March 26, 2023

The Forgotten, Lost Town of Val Verde


The evening of September 24, 1904 was windy, and the smelter’s open building provided some relief from the heat of the furnace. Around 9pm, as part of their routine, workers wet-down the furnace and began to remove, or “undrape” the liquid slag. This time however, there was too much of the by-product and the slag poured out of the furnace too quickly for the men to control it. 

“It spread over the floor, in front of the smelter,” the Weekly Journal-Miner explained, “and the molten slag, coming in contact with the water, caused [an] explosion, sending the hot metal all through the building; setting it on fire in a number of places.” While there was an abundance of water on hand, it was impossible to check the progress of the blaze as the strong winds fanned the flames. 

Not only was the building doomed, but so was the five year-old town of Val Verde. 

It all started July 13, 1899, which was a happy day for the mining community of Yavapai County. The Val Verde Company announced that they would construct a smelter “on the line of the Prescott & Eastern road at the Aqua Fria Falls,” the Arizona Republican reported. “The site selected is a good one and the construction of a smelter…ought to prove a paying investment…[as it’s] the only large and modern custom smelting plant in the West.”

One of the costs of mining was the cost of transportation to the nearest smelter for processing. Now that this smelter was being constructed, Yavapai County’s lower grade ore would become profitable and a renaissance in mining was expected.

It was hoped that the construction of the new smelter would cost $100,000 and would take only months to complete. However, the final cost would be three times that amount (about $10.6 million today.) An additional $10.000 was paid to the railroad to construct a 1.5 mile spur which, according to the Oasis, met the P & E main line near the Bowers ranch.

The latest in smelting technology was purchased from the Colorado Iron Works of Denver and would be delivered as soon as the railroad spur was completed. Originally, a 100 ton per day furnace was going to be purchased. Instead, a furnace with twice that capacity was ordered.

Although construction was taking longer than hoped, by mid-September, the Val Verde camp had 40 men working on the grading and framing of timbers. Telephone lines were being installed and “foundation excavations were complete,” the Arizona Daily Orb reported. “A number of buildings are also rapidly taking shape at the townsite adjacent to the smelter.” 

The Weekly Journal-Miner noted that “ten large buildings on the townsite have been prepared and work commenced on five of them.”

On November 1st, the same paper proudly exclaimed that the smelter was “equaled by but few in the United States, and surpassed by none in the world…” 

Originally the townsite was known as Sybil and was plotted-out a quarter-mile north of the smelter in early October, 1899. Governor Powers visited the site around that time.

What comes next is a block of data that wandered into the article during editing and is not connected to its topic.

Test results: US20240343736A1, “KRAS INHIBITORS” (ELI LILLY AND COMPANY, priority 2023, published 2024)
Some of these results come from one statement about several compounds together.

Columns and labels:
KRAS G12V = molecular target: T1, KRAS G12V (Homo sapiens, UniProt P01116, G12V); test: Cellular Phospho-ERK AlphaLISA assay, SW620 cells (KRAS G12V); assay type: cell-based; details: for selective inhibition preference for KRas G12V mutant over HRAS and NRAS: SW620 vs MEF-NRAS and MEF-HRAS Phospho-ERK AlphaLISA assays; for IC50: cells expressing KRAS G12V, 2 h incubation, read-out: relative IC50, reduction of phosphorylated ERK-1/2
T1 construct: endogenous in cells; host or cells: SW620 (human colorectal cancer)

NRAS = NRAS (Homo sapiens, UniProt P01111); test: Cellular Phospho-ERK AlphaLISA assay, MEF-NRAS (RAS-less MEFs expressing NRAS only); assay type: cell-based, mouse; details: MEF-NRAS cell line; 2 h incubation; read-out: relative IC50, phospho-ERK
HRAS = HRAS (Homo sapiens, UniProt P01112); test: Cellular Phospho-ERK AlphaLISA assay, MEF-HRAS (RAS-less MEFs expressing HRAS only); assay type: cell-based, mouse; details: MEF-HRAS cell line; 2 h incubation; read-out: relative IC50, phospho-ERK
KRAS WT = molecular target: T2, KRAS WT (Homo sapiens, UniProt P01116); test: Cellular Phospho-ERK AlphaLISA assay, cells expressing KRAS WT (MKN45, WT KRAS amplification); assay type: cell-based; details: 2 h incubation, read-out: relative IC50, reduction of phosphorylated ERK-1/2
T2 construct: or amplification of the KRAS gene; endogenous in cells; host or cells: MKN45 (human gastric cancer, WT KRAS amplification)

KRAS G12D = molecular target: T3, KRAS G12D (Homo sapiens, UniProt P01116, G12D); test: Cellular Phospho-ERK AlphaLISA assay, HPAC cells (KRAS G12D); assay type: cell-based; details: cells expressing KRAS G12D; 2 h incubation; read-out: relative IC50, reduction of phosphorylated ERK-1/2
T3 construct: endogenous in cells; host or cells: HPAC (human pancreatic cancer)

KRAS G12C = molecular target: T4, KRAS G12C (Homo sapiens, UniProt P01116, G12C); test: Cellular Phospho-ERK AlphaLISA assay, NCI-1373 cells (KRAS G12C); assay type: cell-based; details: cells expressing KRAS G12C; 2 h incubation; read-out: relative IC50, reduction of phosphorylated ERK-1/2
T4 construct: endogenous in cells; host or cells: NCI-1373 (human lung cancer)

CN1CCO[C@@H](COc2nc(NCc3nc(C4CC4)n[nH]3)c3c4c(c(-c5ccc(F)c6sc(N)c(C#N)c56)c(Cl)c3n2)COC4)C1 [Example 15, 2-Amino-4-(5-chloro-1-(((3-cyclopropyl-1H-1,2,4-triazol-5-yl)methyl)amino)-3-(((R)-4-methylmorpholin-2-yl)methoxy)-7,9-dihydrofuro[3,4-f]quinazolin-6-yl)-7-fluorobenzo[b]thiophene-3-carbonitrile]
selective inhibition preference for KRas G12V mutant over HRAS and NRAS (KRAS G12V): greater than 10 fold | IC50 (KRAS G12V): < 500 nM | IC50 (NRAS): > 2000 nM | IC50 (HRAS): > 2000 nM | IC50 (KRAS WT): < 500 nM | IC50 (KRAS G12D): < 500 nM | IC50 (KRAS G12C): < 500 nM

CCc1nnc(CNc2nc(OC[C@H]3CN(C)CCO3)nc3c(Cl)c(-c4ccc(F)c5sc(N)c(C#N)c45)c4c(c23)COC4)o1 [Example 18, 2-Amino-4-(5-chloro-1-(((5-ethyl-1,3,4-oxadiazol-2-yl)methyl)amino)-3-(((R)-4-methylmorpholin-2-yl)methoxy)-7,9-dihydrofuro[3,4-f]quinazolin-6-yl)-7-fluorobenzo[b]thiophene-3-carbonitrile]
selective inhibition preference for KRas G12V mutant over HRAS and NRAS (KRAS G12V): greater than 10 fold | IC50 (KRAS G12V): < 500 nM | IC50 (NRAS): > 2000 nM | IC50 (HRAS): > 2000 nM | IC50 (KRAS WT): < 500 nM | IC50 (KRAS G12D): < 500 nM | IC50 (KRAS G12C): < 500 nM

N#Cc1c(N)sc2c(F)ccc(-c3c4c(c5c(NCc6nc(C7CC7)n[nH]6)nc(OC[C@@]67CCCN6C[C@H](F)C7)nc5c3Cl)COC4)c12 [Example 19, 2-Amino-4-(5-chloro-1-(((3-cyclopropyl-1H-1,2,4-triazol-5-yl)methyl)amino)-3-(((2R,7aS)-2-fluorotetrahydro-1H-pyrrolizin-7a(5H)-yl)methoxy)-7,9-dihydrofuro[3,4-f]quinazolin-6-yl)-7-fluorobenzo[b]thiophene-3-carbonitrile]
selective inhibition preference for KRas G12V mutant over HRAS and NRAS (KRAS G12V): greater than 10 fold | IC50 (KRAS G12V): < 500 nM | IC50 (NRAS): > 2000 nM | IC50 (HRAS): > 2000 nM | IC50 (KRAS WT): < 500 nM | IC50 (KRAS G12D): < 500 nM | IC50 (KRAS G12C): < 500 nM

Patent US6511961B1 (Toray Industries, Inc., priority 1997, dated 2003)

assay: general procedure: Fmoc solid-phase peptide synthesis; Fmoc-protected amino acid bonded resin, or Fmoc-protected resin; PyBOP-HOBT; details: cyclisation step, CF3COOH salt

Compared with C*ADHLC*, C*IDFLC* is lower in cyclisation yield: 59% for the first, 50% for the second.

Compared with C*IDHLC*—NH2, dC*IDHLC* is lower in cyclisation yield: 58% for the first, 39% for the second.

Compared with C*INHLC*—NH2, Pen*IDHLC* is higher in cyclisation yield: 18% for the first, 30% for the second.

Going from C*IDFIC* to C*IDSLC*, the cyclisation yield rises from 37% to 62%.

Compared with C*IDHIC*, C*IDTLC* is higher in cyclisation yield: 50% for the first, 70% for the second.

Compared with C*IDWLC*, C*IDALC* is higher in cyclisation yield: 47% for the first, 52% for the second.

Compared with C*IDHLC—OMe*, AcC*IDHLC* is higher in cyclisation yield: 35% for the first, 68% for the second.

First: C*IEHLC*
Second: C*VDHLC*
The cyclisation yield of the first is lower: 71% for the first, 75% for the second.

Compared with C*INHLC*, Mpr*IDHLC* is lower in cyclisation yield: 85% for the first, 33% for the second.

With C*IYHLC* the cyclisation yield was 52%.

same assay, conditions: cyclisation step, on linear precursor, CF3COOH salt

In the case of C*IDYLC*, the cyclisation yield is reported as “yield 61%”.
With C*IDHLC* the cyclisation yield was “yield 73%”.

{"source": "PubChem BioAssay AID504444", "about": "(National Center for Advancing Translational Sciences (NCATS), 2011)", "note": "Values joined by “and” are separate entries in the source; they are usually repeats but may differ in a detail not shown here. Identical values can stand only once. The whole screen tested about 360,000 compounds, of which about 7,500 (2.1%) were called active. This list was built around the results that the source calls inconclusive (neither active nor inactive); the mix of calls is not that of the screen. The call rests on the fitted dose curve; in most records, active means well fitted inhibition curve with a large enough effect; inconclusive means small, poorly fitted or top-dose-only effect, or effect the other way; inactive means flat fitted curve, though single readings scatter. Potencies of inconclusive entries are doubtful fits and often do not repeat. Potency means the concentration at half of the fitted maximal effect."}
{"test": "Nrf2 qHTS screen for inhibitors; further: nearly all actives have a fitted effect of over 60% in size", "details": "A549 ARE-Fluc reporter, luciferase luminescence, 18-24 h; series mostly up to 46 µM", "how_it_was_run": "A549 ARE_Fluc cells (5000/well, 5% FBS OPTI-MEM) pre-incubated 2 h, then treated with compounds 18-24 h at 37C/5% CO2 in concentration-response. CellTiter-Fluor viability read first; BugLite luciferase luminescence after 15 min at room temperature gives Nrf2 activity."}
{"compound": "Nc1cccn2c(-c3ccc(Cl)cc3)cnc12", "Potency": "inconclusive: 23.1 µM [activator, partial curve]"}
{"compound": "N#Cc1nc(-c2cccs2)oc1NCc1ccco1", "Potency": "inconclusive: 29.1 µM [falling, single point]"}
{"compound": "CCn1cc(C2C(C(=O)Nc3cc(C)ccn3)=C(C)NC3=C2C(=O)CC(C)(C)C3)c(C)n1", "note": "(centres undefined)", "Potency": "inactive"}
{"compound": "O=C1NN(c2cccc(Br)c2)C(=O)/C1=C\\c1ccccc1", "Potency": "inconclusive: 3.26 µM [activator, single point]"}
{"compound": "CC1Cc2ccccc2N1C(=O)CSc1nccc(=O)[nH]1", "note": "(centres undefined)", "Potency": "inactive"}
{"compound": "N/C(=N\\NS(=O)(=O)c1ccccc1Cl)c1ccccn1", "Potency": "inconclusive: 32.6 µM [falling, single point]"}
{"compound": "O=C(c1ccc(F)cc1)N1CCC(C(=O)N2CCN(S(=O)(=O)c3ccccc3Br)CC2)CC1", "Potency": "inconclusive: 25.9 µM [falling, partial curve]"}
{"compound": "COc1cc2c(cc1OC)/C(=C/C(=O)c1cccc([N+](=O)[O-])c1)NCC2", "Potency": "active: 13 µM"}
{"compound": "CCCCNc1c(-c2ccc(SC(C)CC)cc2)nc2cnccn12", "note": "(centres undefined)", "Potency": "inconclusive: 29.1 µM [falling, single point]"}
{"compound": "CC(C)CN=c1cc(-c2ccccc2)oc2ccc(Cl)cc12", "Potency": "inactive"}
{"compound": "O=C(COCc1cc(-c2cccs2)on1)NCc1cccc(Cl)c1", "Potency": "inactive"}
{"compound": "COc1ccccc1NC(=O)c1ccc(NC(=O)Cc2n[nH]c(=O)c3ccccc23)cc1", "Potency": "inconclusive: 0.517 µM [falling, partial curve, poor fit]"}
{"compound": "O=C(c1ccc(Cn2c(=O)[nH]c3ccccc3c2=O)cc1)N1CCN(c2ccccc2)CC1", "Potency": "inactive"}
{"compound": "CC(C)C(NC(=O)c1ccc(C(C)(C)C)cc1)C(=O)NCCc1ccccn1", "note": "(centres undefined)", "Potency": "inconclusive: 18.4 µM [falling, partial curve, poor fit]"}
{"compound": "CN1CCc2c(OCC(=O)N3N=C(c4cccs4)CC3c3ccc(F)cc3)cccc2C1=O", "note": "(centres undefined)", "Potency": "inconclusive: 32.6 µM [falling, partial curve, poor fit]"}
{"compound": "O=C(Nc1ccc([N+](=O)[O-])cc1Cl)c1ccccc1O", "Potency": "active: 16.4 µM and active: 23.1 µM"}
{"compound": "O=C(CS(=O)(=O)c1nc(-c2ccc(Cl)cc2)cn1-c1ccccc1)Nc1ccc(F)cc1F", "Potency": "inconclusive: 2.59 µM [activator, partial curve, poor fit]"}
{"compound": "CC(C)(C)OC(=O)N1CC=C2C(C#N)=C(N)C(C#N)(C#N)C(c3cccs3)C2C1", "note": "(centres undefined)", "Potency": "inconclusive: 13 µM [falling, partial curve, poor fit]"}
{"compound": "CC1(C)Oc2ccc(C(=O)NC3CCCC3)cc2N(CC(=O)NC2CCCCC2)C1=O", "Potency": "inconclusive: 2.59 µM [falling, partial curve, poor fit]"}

In mid-November, the paper reported that “the name of the town at the Val Verde smelter has been changed from Sybil to Hecia.” However, there was never a post office using either of these names.

Albert L Waters, metallurgist, inspected the smelter in November, 1899. He told the Arizona Star Belt: “At the smelter site there are laboratories, officers’ houses, a boarding house and bunk houses. I was advised that the company will not allow gambling…and will keep saloons from opening” on company property.

“The plant consists of a well-built and roomy building containing a Mitchell blast furnace of the very latest design,” he continued, including “a big No. 7 Connorsville blower, a 100-horse power Corliss engine, an automatic sampler, and other machinery. The entire plant is equipped with car tramways by which nearly all the transportation to the works will be done by gravity.”

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Unfortunately in Early November, “the laboratory and assay building and entire outfit for [the] same, including one of the most expensive balances made, was entirely consumed by fire… The total loss [was] about $2500,” the Journal-Miner reported.

At the end of 1899, a visiting Journal-Miner reporter was impressed: “No expense seems to have been spared to make it complete in every detail.” The tramways were “equipped with automatic dumping appliances for the cars and the ore and coke is loaded into them automatically and emptied in a similar manner. In addition to the tramway…an elevated road has been constructed for use by teams bringing in ore from adjacent mines. Over 300,000 feet of lumber was used in its construction. All the timbers are large and capable of sustaining great weight.”

“An elaborate and complete water system” was constructed to serve both the plant and the new town, and was “now rapidly being built,” the paper continued.  A mammoth 30,000 gallon tank was installed “on top of the hill where the town is located.”  A series of fire hoses was placed “at convenient places throughout the plant,” and pipes were laid out to provide water to every house in town. The assay and laboratory, which were destroyed by fire were rebuilt and refurbished. The scales were replaced with “the most expensive kind made” and could “almost register the weight of a pencil mark on paper.”

The Val Verde company also built an office, a fine two story boarding house, and a commodious two-story bunkhouse with a capacity of sixty. The company also plotted-out a large tract of land for town lots. However, the company was running out of money which was needed to purchase the ore and other ingredients necessary in the reduction process. The Standard Smelting and Refining Co. would eventually take over, but the smelter kept the old company name.